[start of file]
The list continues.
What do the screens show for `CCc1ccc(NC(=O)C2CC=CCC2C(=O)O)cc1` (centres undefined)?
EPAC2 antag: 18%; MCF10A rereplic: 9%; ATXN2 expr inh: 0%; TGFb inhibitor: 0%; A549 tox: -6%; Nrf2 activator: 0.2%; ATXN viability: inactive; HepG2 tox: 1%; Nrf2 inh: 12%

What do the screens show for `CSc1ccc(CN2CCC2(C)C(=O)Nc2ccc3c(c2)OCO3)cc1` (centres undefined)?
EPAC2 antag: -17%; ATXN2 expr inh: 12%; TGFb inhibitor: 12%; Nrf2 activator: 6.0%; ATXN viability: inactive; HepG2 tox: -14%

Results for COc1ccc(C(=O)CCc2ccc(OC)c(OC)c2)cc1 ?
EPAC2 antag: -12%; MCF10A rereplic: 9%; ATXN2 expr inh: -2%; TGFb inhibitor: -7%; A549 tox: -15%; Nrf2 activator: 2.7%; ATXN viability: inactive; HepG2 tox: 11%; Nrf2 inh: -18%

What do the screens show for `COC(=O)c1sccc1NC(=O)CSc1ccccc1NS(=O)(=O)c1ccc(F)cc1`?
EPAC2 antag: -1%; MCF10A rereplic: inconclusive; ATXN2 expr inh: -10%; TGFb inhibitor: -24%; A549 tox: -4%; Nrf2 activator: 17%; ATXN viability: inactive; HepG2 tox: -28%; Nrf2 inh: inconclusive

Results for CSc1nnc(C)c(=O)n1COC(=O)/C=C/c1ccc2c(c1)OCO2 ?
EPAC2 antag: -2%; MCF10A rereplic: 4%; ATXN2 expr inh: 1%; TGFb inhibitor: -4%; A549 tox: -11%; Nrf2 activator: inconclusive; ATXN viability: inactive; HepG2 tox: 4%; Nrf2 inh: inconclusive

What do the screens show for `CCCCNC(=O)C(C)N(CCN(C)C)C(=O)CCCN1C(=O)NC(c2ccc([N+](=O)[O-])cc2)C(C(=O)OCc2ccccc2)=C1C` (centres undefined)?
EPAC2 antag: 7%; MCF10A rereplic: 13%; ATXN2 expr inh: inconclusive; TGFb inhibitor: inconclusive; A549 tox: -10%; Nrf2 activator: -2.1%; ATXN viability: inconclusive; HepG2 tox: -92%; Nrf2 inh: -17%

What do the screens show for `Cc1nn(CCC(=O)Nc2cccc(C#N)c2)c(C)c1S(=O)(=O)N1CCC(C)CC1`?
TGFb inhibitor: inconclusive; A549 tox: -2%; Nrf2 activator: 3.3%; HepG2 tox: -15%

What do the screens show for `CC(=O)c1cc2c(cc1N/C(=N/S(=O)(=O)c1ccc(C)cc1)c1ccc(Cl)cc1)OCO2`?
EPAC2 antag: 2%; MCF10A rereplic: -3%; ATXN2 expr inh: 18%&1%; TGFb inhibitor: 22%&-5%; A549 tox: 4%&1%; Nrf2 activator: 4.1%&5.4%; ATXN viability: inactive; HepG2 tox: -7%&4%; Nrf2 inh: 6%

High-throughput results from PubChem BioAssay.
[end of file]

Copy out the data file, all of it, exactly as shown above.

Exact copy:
The list continues.
What do the screens show for `CCc1ccc(NC(=O)C2CC=CCC2C(=O)O)cc1` (centres undefined)?
EPAC2 antag: 18%; MCF10A rereplic: 9%; ATXN2 expr inh: 0%; TGFb inhibitor: 0%; A549 tox: -6%; Nrf2 activator: 0.2%; ATXN viability: inactive; HepG2 tox: 1%; Nrf2 inh: 12%

What do the screens show for `CSc1ccc(CN2CCC2(C)C(=O)Nc2ccc3c(c2)OCO3)cc1` (centres undefined)?
EPAC2 antag: -17%; ATXN2 expr inh: 12%; TGFb inhibitor: 12%; Nrf2 activator: 6.0%; ATXN viability: inactive; HepG2 tox: -14%

Results for COc1ccc(C(=O)CCc2ccc(OC)c(OC)c2)cc1 ?
EPAC2 antag: -12%; MCF10A rereplic: 9%; ATXN2 expr inh: -2%; TGFb inhibitor: -7%; A549 tox: -15%; Nrf2 activator: 2.7%; ATXN viability: inactive; HepG2 tox: 11%; Nrf2 inh: -18%

What do the screens show for `COC(=O)c1sccc1NC(=O)CSc1ccccc1NS(=O)(=O)c1ccc(F)cc1`?
EPAC2 antag: -1%; MCF10A rereplic: inconclusive; ATXN2 expr inh: -10%; TGFb inhibitor: -24%; A549 tox: -4%; Nrf2 activator: 17%; ATXN viability: inactive; HepG2 tox: -28%; Nrf2 inh: inconclusive

Results for CSc1nnc(C)c(=O)n1COC(=O)/C=C/c1ccc2c(c1)OCO2 ?
EPAC2 antag: -2%; MCF10A rereplic: 4%; ATXN2 expr inh: 1%; TGFb inhibitor: -4%; A549 tox: -11%; Nrf2 activator: inconclusive; ATXN viability: inactive; HepG2 tox: 4%; Nrf2 inh: inconclusive

What do the screens show for `CCCCNC(=O)C(C)N(CCN(C)C)C(=O)CCCN1C(=O)NC(c2ccc([N+](=O)[O-])cc2)C(C(=O)OCc2ccccc2)=C1C` (centres undefined)?
EPAC2 antag: 7%; MCF10A rereplic: 13%; ATXN2 expr inh: inconclusive; TGFb inhibitor: inconclusive; A549 tox: -10%; Nrf2 activator: -2.1%; ATXN viability: inconclusive; HepG2 tox: -92%; Nrf2 inh: -17%

What do the screens show for `Cc1nn(CCC(=O)Nc2cccc(C#N)c2)c(C)c1S(=O)(=O)N1CCC(C)CC1`?
TGFb inhibitor: inconclusive; A549 tox: -2%; Nrf2 activator: 3.3%; HepG2 tox: -15%

What do the screens show for `CC(=O)c1cc2c(cc1N/C(=N/S(=O)(=O)c1ccc(C)cc1)c1ccc(Cl)cc1)OCO2`?
EPAC2 antag: 2%; MCF10A rereplic: -3%; ATXN2 expr inh: 18%&1%; TGFb inhibitor: 22%&-5%; A549 tox: 4%&1%; Nrf2 activator: 4.1%&5.4%; ATXN viability: inactive; HepG2 tox: -7%&4%; Nrf2 inh: 6%

High-throughput results from PubChem BioAssay.